Italy suicide wave shows no sign of slowing

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A protest was sparked in the town of Ercolano after the suicide of a local florist. Photo: Shii/Wikicommons
10:43 CEST+02:00
The growing number of Italians committing suicide as the economic crisis tightens its grip is showing no sign of abating.

Antonio Formicola, a florist from Ercolano near Naples, set himself alight before jumping from the first-floor balcony of his local town hall, according to Italian press reports.

The father-of-two was well known in the town as he had helped to plan local events and supported public initiatives, La Repubblica reported.

In a further tragic turn of events, a passer-by was injured by a fire extinguisher after it was thrown by someone on another balcony in an attempt to help the florist.  The passer-by, known as Rocco, suffered concussion and a severe cut to the head.

The double tragedy sparked a protest against the government outside the town hall.

It seems Formicola’s frustration reached a tipping point after councillors told him he couldn’t display his merchandise outside his shop.

Formicola’s daughter, Maria Assunta, told La Repubblica that work was her father’s life. 

“My father had time for everyone and everything, especially for politics and the local council,” she added. “He paid all his taxes so could not understand why they wouldn’t allow him to display some of his produce outside his shop.”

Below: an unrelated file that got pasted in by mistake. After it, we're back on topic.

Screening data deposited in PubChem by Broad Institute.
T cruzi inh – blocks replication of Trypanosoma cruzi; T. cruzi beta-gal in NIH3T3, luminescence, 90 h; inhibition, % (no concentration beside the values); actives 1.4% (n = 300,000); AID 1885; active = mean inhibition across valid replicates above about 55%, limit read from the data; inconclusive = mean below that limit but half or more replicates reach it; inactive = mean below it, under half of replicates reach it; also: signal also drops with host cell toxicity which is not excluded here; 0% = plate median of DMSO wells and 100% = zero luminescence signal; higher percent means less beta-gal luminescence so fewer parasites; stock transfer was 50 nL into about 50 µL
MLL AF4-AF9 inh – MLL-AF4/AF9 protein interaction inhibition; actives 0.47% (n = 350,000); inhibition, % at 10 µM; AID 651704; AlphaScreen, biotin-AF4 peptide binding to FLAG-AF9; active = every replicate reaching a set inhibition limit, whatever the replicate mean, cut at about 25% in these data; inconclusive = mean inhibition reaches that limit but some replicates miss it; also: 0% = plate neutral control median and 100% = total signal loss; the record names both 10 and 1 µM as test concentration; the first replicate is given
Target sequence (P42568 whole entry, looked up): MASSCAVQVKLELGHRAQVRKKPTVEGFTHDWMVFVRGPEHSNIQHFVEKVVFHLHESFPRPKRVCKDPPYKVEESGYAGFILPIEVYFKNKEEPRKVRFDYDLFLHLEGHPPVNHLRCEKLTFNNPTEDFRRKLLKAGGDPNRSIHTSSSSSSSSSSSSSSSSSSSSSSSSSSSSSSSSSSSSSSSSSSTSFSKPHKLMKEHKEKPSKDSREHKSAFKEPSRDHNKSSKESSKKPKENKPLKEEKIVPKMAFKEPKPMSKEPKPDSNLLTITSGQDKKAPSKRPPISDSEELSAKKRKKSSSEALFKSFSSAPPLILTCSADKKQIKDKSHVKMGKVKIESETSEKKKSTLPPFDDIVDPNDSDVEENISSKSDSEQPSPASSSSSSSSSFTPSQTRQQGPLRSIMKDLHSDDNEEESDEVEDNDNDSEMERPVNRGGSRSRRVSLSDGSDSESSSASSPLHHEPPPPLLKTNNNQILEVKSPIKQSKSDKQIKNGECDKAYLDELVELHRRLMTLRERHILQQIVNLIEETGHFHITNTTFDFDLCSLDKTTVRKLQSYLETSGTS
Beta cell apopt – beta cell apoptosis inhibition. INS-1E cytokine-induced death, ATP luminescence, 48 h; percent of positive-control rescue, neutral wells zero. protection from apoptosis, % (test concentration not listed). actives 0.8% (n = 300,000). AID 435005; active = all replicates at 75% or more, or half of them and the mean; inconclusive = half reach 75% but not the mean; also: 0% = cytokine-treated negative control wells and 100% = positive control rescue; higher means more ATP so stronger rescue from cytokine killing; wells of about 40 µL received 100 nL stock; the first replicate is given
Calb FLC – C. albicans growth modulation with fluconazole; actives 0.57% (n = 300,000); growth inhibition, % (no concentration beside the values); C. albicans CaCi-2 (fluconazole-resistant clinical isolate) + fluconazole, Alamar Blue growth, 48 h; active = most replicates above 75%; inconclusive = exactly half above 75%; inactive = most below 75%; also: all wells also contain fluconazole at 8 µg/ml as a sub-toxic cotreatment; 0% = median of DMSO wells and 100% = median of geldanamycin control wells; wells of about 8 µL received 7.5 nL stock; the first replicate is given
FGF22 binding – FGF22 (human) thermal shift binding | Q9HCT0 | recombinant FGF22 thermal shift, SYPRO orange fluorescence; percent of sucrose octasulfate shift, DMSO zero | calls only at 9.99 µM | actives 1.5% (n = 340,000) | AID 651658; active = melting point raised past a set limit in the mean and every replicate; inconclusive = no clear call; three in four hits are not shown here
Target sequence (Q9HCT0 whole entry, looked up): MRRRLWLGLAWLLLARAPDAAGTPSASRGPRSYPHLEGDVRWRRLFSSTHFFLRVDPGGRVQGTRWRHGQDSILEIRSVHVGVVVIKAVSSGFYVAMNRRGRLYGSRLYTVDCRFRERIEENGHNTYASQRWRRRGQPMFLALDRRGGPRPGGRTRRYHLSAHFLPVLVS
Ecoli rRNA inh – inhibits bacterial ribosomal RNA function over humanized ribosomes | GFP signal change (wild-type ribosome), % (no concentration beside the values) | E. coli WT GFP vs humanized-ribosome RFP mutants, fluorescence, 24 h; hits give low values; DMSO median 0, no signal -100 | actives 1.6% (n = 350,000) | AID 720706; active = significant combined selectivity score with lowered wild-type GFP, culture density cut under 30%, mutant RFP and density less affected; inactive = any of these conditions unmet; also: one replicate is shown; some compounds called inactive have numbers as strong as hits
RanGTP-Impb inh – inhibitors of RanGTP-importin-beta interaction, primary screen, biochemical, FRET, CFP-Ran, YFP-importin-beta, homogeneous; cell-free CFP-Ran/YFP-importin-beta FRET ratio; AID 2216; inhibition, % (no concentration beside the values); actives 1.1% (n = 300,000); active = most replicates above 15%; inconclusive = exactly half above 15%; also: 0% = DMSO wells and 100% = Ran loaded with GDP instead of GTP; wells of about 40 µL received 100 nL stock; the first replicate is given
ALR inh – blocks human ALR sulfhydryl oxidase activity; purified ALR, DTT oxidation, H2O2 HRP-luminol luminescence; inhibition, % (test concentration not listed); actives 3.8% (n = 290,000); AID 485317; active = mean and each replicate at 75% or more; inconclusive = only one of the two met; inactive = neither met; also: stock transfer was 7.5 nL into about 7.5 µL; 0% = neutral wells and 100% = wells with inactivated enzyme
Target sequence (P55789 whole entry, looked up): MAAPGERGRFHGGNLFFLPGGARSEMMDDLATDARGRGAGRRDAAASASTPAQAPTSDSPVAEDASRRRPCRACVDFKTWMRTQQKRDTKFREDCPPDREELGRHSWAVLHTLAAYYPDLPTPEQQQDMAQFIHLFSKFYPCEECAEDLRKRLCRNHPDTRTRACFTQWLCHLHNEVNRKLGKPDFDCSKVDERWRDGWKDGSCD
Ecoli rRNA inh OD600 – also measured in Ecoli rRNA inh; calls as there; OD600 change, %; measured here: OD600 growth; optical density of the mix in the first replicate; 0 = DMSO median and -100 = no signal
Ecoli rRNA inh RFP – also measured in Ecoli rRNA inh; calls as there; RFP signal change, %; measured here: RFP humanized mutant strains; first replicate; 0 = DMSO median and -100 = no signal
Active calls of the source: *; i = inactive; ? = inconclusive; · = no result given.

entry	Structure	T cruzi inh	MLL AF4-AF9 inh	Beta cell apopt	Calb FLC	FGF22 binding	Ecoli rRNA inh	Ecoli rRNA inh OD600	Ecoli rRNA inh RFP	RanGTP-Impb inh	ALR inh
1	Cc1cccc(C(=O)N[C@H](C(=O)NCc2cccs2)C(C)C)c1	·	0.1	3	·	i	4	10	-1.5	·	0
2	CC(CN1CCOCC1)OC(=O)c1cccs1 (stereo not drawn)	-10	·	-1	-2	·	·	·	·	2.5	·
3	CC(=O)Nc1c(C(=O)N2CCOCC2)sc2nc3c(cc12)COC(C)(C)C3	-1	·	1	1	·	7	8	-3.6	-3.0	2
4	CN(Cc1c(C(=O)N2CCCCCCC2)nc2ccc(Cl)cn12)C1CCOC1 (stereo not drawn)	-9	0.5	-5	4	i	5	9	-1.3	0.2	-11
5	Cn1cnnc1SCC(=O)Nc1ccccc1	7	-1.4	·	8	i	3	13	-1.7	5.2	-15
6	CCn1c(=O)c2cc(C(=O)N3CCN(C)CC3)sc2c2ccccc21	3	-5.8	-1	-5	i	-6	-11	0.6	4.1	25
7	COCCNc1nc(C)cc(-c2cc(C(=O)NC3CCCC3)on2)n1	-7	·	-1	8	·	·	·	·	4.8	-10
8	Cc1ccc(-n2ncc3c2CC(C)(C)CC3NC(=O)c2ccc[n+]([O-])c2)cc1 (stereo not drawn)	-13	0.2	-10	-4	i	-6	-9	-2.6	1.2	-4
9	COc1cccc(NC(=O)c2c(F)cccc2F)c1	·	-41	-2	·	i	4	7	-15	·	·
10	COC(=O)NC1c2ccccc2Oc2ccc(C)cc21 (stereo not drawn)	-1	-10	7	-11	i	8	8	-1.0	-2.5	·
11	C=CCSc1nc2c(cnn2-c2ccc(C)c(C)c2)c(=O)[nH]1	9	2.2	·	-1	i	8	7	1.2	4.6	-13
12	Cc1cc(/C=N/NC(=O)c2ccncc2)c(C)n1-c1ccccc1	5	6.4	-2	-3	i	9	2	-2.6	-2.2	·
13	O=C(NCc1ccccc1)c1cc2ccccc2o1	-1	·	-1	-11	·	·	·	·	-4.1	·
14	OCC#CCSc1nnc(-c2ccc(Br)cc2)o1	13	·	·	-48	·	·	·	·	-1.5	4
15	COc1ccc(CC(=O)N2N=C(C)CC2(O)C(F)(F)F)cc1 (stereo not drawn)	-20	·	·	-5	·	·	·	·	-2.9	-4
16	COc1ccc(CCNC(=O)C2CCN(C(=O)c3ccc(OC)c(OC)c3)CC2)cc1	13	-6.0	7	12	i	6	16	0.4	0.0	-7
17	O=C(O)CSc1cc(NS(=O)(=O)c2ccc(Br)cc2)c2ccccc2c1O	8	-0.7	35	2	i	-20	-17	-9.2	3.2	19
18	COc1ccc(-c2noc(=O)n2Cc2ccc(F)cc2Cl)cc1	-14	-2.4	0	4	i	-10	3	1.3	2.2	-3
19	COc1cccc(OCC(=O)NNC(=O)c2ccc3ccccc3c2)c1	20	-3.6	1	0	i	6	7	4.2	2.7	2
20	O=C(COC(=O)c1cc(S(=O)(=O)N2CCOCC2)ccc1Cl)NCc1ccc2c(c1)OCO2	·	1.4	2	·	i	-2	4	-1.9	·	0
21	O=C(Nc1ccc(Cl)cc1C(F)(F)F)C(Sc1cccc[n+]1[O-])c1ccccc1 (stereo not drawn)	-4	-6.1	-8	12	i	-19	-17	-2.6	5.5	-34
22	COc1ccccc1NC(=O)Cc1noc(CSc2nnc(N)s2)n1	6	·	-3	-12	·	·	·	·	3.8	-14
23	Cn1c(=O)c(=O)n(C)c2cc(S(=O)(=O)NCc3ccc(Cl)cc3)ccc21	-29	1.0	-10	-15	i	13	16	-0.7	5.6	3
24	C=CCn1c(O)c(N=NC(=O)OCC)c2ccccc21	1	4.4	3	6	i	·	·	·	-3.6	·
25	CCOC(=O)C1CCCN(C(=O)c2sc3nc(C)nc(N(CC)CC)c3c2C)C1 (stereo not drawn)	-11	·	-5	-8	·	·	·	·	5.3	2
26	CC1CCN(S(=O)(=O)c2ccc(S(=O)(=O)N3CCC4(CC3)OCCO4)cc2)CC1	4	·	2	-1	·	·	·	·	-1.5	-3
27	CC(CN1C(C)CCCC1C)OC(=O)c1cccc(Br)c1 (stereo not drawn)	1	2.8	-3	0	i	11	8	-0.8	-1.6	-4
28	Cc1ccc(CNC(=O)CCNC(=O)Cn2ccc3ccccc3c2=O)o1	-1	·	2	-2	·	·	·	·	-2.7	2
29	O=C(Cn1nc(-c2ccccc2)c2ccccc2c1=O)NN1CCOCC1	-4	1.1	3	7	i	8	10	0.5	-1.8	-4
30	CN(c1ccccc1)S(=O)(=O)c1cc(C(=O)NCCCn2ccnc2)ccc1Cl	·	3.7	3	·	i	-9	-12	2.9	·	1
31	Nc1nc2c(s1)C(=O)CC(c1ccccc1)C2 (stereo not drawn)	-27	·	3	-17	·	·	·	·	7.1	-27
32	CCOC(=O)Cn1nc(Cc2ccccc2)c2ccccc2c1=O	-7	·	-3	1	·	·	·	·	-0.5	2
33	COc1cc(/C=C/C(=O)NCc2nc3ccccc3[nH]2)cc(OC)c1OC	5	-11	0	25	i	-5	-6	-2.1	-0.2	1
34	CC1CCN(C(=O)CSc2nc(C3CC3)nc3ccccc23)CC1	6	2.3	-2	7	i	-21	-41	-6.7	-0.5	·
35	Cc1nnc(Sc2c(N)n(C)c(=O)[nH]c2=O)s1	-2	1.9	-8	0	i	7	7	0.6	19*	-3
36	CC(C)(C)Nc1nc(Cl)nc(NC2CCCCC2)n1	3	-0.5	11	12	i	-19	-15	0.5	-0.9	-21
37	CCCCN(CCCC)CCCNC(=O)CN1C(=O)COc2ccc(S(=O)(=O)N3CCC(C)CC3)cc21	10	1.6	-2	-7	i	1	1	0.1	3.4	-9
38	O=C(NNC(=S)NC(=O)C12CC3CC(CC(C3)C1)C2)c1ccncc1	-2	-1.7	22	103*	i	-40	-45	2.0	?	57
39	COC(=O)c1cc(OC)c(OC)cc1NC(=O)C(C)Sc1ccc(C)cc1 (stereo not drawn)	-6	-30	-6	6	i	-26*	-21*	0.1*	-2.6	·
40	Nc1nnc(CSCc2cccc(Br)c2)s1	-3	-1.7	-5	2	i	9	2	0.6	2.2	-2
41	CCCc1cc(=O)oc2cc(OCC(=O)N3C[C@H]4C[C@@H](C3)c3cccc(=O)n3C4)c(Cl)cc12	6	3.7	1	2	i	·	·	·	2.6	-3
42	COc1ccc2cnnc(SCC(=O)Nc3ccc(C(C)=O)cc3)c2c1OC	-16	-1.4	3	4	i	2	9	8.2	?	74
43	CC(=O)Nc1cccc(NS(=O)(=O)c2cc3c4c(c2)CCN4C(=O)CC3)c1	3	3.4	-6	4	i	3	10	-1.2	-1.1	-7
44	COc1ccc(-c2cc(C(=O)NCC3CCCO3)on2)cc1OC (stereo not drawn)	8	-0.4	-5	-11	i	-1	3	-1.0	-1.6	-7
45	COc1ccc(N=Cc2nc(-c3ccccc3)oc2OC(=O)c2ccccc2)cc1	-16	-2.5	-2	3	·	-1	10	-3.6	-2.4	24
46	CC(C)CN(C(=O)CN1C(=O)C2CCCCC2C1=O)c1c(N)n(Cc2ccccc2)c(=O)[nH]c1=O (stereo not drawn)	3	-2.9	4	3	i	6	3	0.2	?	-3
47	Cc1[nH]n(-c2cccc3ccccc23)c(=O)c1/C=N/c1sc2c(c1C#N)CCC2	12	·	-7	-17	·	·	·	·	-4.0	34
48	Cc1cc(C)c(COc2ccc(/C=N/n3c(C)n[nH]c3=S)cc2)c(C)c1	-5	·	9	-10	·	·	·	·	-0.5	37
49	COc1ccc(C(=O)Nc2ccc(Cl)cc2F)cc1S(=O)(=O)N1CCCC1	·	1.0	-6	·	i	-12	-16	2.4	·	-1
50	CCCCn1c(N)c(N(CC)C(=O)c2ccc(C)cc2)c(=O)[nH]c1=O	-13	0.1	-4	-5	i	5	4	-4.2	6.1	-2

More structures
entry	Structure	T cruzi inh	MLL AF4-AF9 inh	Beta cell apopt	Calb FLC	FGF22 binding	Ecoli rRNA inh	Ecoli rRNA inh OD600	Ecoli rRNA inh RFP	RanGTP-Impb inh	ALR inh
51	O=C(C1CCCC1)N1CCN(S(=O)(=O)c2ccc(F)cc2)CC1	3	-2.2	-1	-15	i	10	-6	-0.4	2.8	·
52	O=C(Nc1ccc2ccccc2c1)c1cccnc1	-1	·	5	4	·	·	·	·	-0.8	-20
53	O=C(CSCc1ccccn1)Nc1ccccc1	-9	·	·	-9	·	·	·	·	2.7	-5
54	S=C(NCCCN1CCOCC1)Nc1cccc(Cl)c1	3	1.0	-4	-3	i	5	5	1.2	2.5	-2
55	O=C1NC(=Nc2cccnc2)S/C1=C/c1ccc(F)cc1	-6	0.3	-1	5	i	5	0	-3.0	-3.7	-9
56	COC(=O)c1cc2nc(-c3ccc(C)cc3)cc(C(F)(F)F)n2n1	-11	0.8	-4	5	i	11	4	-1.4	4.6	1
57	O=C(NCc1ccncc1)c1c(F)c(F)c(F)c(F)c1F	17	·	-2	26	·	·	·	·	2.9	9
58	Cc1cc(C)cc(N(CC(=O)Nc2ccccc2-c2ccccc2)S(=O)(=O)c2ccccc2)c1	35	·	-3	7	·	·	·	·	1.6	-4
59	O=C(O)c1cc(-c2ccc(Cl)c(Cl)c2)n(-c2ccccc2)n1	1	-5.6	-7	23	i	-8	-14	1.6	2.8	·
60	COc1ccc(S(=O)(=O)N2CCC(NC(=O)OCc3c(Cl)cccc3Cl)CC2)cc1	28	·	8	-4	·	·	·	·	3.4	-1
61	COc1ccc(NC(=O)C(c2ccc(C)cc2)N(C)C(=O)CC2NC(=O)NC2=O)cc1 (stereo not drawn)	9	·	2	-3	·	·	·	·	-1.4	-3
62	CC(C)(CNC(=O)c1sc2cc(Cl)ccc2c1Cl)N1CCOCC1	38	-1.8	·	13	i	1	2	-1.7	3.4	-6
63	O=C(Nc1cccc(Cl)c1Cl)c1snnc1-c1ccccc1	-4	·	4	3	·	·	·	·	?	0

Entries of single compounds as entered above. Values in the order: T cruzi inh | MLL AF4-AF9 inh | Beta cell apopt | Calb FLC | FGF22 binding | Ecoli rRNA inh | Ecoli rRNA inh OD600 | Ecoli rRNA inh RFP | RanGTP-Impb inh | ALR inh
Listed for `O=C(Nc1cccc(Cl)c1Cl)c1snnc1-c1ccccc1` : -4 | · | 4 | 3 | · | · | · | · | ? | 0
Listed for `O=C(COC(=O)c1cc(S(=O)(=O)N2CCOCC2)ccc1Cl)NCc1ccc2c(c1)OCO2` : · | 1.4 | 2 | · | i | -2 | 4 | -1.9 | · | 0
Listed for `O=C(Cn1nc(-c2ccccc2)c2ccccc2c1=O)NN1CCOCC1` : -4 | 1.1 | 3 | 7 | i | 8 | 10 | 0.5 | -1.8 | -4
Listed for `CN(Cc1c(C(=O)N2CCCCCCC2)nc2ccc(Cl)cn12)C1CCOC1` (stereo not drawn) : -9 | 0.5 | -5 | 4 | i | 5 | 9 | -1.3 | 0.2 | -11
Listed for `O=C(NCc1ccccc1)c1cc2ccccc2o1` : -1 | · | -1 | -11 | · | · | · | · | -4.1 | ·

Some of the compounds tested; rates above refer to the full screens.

Italy’s suicide rate has risen between 20 and 30 percent over the past four years, the most recent figures from the Observatory of Health show

The majority have been among the older generation, but there has been a more recent rise in suicide or suicide attempts among 20 and 30 year olds

An indebted 35-year-old man from Turin took his own life on Sunday after struggling to find a job, while a 26-year-old university graduate who threw himself from a balcony in Rome at the end of May is in hospital after suffering serious spinal injuries.

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In May, a man in Sicily who was €10,000 in debt set himself on fire, while another from Avellino, in the Campania region, also killed himself over debt.

Italian president Giorgio Napolitano last month called on the government to try to stop the wave of suicides among the rising number of unemployed and indebted businesspeople in Italy.

Figures released last month showed unemployment had reached a record high of 12 percent in April, while 31,000 businesses closed down during the first quarter of this year.

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